Culture and consumer behavior

Dr. Donna L. Roberts

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Culture is “the complex whole that includes knowledge, belief, art, law, morals, customs and any other capabilities and habits acquired by humans as members of society” (Hawkins, Best & Coney, 2003, p. 42). Culture is a concept that is crucial to the understanding of human behavior in all contexts, including consumerism. It includes both abstract ideas such as values and ethics, as well as material objects and services that are produced and consumed by a society. More importantly, with regard to the study of consumer behavior, culture determines the meaning that each of these entities holds for the members of its group. Therefore, consumption choices cannot be fully understood without considering the cultural context within which they occur.

Cultural values are “widely held beliefs that affirm what is desirable” (Hawkins, Best & Coney, 2003, p. 43). They represent the general ideas of what is considered good and bad from which the more specific and prescriptive rules – i.e., norms – are derived.

Cultural values can be classified as affecting one of three types of relationships – other, environment or self.

  • Other-orientated value – reflect a society’s view of the appropriate relationship between individuals and groups (Hawkins, Best & Coney, 2003, p. 45).

This orientation stands in contrast to the self-oriented values and includes specific aspects such as individual/collectivistic, diversity/uniformity, limited/extended family, youth/age, competition/cooperation and masculine/feminine. Each of these categories defines a continuum of perspectives that relate to how people construct their relationships with and views of one another.

  • Environmental-oriented value – prescribe a society’s relationship to its economic, technical and physical environment (Hawkins, Best & Coney, 2003, p. 45).

This orientation includes the specific aspects of cleanliness, tradition/change, risk-taking/security, problem-solving/fatalistic, admire/overcome nature, and performance/status. This cluster of values relates to the ways in which individuals conceptualize and interact with their surroundings.

  • Self-oriented value – reflect the objectives and approaches to life that the individual members of society find desirable (Hawkins, Best & Coney, 2003, p. 45). This orientation includes the specific aspects of religious/secular, sensual gratification/abstinence, postponed/immediate gratification, material/non-material, hard work/leisure and active/passive. This set of perspectives is associated with the preferences of individual personalities.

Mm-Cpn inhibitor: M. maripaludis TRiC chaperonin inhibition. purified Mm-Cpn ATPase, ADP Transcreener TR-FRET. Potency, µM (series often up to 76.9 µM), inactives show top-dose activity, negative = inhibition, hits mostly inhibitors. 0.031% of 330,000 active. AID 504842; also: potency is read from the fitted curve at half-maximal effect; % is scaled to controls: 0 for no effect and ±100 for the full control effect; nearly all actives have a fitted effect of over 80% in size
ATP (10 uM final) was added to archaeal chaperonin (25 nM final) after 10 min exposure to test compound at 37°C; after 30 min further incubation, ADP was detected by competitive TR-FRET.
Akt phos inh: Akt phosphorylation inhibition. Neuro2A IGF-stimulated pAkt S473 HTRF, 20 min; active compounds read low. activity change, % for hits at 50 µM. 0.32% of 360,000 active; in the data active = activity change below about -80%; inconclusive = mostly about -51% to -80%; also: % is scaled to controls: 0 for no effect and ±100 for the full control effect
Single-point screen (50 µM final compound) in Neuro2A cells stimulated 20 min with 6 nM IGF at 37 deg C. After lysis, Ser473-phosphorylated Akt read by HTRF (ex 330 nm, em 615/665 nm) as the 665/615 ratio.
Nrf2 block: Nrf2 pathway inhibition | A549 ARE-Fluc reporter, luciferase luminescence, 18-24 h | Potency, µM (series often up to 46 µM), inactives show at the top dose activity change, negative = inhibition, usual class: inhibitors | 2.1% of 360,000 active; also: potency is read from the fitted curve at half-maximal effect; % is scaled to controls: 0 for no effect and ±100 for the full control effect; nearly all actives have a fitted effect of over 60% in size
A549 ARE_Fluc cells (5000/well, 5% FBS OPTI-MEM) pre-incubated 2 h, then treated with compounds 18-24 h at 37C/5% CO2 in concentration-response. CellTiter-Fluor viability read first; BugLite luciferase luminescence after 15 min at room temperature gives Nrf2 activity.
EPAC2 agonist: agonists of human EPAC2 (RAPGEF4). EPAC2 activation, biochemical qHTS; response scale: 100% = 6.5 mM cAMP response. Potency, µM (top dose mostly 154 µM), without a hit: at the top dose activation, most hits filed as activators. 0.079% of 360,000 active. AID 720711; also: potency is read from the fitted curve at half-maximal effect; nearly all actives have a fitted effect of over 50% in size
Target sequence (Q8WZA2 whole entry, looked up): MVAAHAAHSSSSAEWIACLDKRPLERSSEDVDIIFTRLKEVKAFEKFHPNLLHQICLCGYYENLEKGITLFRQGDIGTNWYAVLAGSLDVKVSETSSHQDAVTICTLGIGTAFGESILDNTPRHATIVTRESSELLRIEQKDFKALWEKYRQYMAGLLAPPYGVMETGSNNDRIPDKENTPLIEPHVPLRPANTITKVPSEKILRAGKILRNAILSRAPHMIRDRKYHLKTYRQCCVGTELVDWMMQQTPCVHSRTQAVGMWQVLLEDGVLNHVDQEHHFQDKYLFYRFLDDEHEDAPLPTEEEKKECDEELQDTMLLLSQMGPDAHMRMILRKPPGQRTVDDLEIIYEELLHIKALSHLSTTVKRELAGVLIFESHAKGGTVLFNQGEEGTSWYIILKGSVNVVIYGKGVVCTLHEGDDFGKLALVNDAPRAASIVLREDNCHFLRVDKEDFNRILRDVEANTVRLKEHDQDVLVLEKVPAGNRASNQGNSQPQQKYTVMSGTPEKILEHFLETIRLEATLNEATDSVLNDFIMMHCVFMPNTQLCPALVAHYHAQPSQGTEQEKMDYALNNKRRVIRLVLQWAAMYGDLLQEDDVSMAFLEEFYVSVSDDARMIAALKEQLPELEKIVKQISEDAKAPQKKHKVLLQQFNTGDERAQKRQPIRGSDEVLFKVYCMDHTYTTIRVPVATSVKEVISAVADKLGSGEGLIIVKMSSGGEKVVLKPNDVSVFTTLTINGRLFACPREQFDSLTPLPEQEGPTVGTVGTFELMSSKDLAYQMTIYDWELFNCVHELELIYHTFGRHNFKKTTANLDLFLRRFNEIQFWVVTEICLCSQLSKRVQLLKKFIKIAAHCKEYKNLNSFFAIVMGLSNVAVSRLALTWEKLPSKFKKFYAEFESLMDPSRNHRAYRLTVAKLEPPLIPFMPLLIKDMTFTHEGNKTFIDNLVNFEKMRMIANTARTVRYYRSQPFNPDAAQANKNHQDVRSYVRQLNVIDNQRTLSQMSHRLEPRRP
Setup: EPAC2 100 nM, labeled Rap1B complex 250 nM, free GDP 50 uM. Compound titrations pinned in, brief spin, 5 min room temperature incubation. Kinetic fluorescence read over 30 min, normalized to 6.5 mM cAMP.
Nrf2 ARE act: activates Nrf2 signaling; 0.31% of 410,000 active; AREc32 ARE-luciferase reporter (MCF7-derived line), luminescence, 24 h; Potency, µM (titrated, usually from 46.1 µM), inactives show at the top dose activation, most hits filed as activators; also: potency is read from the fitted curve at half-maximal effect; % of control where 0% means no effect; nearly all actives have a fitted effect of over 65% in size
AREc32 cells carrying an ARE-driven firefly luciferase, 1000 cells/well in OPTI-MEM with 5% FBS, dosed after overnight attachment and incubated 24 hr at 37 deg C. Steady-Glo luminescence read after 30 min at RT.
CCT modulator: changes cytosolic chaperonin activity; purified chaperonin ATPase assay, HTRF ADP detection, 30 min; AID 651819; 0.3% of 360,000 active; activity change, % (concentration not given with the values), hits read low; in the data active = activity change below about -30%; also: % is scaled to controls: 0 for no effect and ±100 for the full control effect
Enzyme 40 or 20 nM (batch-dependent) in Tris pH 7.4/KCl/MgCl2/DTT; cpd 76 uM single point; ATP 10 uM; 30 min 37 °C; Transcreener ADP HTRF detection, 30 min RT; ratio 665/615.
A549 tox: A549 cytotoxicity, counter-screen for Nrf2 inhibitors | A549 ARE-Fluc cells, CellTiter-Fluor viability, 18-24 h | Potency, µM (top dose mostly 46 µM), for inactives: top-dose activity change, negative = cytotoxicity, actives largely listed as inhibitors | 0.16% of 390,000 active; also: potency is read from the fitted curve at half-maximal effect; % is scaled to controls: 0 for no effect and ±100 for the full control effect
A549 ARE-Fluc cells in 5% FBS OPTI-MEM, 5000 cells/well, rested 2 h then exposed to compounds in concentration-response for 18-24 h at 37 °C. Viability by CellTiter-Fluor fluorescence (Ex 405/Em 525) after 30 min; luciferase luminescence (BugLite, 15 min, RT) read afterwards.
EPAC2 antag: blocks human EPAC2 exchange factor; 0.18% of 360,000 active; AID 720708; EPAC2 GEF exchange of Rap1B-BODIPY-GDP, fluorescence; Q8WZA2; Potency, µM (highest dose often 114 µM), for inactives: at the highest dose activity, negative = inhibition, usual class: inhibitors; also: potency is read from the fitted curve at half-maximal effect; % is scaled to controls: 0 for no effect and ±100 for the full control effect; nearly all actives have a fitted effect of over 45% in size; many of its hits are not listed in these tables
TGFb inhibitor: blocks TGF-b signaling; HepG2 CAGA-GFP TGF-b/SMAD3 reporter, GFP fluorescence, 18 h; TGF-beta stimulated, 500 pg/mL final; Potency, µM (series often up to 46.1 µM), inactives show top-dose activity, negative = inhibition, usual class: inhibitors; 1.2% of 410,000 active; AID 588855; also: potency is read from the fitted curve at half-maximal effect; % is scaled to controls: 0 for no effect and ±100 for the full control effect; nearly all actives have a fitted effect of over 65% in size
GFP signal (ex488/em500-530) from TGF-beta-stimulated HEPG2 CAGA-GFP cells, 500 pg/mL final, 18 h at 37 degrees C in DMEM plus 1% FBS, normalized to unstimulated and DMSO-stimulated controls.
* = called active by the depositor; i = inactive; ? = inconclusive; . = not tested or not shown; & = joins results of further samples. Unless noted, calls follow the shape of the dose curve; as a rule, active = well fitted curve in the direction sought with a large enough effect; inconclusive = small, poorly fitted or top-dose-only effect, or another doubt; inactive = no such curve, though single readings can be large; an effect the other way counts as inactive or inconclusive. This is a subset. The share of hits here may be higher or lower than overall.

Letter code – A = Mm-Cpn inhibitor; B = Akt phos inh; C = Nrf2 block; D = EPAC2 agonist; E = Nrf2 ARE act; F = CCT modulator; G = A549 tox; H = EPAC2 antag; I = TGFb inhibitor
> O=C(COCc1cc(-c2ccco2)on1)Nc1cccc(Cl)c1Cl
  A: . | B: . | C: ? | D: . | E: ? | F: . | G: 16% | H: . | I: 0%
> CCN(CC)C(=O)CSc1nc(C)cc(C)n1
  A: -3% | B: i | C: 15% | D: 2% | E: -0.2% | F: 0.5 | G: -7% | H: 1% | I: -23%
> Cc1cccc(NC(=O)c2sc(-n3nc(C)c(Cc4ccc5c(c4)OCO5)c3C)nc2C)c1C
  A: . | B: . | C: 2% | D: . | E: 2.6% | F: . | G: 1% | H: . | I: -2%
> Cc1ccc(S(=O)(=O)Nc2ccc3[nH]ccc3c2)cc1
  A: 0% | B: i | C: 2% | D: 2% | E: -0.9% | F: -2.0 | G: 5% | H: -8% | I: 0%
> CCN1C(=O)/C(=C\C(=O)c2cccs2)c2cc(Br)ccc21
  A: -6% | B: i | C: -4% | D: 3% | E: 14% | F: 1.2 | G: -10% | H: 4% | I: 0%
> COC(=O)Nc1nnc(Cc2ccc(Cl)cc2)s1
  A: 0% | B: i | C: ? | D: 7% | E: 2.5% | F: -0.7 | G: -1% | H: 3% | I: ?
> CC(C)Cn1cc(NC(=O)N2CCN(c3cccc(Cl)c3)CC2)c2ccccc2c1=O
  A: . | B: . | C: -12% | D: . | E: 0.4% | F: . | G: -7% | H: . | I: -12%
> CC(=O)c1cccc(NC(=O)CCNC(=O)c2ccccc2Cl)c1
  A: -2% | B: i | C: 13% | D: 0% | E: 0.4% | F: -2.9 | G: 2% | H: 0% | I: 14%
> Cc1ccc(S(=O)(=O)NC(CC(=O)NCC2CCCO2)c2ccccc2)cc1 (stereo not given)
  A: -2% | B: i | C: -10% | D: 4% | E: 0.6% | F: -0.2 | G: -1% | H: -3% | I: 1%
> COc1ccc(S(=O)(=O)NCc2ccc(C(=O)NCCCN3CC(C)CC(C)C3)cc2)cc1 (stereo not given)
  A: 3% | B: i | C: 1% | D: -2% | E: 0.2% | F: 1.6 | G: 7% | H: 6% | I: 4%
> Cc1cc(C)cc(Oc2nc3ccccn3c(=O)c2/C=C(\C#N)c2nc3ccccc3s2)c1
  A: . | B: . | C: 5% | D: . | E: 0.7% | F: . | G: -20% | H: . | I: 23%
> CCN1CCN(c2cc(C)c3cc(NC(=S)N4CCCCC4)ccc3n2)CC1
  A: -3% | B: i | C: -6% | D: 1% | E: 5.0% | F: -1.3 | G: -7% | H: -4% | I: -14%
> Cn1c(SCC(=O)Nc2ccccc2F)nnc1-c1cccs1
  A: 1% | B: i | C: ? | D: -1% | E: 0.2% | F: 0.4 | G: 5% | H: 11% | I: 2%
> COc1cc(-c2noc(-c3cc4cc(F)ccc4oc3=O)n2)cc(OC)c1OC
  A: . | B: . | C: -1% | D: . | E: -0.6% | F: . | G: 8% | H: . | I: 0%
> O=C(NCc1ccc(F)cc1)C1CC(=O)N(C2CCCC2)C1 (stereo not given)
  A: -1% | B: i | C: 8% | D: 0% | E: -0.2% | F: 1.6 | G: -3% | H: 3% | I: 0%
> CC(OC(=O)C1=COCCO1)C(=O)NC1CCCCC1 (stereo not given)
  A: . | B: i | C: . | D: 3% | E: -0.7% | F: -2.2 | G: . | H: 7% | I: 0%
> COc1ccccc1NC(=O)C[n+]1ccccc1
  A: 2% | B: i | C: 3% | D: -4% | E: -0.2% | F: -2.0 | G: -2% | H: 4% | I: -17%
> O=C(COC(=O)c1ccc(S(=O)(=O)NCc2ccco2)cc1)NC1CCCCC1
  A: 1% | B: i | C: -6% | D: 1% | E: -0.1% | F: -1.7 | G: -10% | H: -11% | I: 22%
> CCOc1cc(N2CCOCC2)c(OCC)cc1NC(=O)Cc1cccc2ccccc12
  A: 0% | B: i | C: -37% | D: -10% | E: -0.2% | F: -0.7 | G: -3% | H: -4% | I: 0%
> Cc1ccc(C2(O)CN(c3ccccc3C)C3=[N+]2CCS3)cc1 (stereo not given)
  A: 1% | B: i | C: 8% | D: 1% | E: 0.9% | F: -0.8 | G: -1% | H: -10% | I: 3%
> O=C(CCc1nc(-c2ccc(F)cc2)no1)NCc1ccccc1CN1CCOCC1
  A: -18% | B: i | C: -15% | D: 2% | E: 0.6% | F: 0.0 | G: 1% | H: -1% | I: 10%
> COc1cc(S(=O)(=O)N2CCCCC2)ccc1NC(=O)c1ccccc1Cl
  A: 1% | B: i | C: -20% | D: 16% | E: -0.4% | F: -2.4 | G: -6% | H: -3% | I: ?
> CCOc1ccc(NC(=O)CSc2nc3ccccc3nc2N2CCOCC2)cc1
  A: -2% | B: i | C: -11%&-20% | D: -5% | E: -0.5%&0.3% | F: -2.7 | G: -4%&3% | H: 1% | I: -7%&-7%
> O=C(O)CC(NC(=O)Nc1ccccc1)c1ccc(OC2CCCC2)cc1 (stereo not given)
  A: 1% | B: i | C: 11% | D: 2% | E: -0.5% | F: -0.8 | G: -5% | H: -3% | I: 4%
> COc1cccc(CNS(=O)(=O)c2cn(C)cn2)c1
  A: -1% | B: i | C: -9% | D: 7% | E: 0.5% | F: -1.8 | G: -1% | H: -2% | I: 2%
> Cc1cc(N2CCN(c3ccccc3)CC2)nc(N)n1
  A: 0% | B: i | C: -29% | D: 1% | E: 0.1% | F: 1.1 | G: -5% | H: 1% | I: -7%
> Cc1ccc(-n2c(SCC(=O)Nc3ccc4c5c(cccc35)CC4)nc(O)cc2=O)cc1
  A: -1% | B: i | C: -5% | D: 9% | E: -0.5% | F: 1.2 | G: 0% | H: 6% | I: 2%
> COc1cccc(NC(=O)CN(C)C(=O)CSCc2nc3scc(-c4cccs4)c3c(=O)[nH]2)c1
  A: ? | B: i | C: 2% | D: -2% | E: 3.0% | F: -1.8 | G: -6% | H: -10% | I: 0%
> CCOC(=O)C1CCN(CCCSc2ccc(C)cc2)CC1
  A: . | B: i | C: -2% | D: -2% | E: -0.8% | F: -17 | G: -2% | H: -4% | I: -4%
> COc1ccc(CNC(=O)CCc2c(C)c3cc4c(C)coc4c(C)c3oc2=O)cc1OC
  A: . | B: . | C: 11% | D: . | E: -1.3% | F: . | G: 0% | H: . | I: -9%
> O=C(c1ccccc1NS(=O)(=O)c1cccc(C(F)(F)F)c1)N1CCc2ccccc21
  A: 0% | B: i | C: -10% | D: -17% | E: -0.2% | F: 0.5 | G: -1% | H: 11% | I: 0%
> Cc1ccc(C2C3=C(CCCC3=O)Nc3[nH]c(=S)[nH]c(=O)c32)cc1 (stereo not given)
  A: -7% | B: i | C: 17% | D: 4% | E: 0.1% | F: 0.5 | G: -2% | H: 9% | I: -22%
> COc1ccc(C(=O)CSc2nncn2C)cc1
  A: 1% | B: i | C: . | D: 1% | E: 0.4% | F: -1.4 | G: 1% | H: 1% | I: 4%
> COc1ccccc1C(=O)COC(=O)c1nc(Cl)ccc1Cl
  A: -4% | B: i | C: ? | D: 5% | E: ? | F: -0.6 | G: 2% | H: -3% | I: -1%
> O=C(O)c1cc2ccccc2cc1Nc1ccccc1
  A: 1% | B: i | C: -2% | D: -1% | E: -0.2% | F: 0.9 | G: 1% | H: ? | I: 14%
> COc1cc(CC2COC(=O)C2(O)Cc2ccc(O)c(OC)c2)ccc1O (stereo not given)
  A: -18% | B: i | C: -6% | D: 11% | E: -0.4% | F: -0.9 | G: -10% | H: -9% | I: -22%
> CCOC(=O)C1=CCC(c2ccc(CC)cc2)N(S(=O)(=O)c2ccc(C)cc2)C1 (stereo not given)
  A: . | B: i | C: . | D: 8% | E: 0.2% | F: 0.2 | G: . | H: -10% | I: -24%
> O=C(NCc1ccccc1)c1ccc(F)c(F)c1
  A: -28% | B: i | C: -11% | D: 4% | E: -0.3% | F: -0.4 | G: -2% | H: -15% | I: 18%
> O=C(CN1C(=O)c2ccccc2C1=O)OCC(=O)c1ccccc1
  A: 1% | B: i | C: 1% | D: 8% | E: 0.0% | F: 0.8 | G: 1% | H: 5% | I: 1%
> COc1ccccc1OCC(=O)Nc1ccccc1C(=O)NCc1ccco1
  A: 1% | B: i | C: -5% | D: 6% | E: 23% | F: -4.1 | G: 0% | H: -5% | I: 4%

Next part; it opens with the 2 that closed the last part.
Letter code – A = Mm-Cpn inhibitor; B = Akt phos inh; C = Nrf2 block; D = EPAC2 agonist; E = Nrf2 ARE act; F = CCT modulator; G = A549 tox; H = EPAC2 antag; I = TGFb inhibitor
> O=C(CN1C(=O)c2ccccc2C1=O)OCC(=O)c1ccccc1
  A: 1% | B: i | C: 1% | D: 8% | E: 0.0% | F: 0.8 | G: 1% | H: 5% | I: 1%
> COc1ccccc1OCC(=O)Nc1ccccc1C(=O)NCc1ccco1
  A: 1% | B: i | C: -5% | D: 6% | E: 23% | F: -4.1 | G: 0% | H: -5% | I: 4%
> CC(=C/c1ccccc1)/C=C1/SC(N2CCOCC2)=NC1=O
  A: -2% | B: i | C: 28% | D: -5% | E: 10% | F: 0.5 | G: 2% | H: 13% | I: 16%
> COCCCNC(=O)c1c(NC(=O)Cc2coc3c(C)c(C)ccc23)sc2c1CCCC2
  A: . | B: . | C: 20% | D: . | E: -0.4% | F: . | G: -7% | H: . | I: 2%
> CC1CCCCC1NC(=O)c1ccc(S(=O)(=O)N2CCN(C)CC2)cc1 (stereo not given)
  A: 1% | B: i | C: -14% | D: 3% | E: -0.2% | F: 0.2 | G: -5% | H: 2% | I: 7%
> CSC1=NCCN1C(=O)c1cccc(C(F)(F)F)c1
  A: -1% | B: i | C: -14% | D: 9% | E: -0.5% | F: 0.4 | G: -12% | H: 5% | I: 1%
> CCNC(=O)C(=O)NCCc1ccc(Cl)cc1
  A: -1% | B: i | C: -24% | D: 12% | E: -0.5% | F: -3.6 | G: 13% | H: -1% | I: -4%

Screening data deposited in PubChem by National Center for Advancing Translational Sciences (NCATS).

Each of these values and associated aspects has significant implications for the way products and services will be perceived and utilized and thus, the relative effectiveness of differing approaches in marketing campaigns.

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Culture sets boundaries on behaviors. It represents a general framework within which individuals and smaller groups can exhibit a variety of behaviors and customs. With regard to consumer behavior, the consumer’s culture determines the generally accepted overall priorities that the individuals attach to different activities, products and services – i.e., a product or service that provides benefits consistent with those accepted or desired by members of a culture at any point in time has a much better chance of acceptance in the marketplace than one that conflicts with the values of the culture. In a sense, culture provides the boundaries or endpoints of the continuum of behaviors, within which individuals operate at various levels or points along this range. It provides loose prescriptions with room for individual differences (Hawkins, Best & Coney, 2003).

However, culture is not static. It is continually evolving and synthesizing old ideas with new ones. Thus, the relationship between consumer behavior and culture is reciprocal. On the one hand products and services that resonate with the priorities of a culture at any given time have a greater chance of being accepted by consumers. On the other hand, the introduction of new and innovative products and services influences the evolution of cultural ideals.

Reference

Hawkins, D. I., Best, R. J. & Coney, K. A. (2003). Consumer Behavior Building Marketing Strategy (9th ed.). NewYork: McGraw Hill.

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Writer and university professor researching media psych, generational studies, addiction psychology, human and animal rights, and the intersection of art and psychology.

Canandaigua, NY
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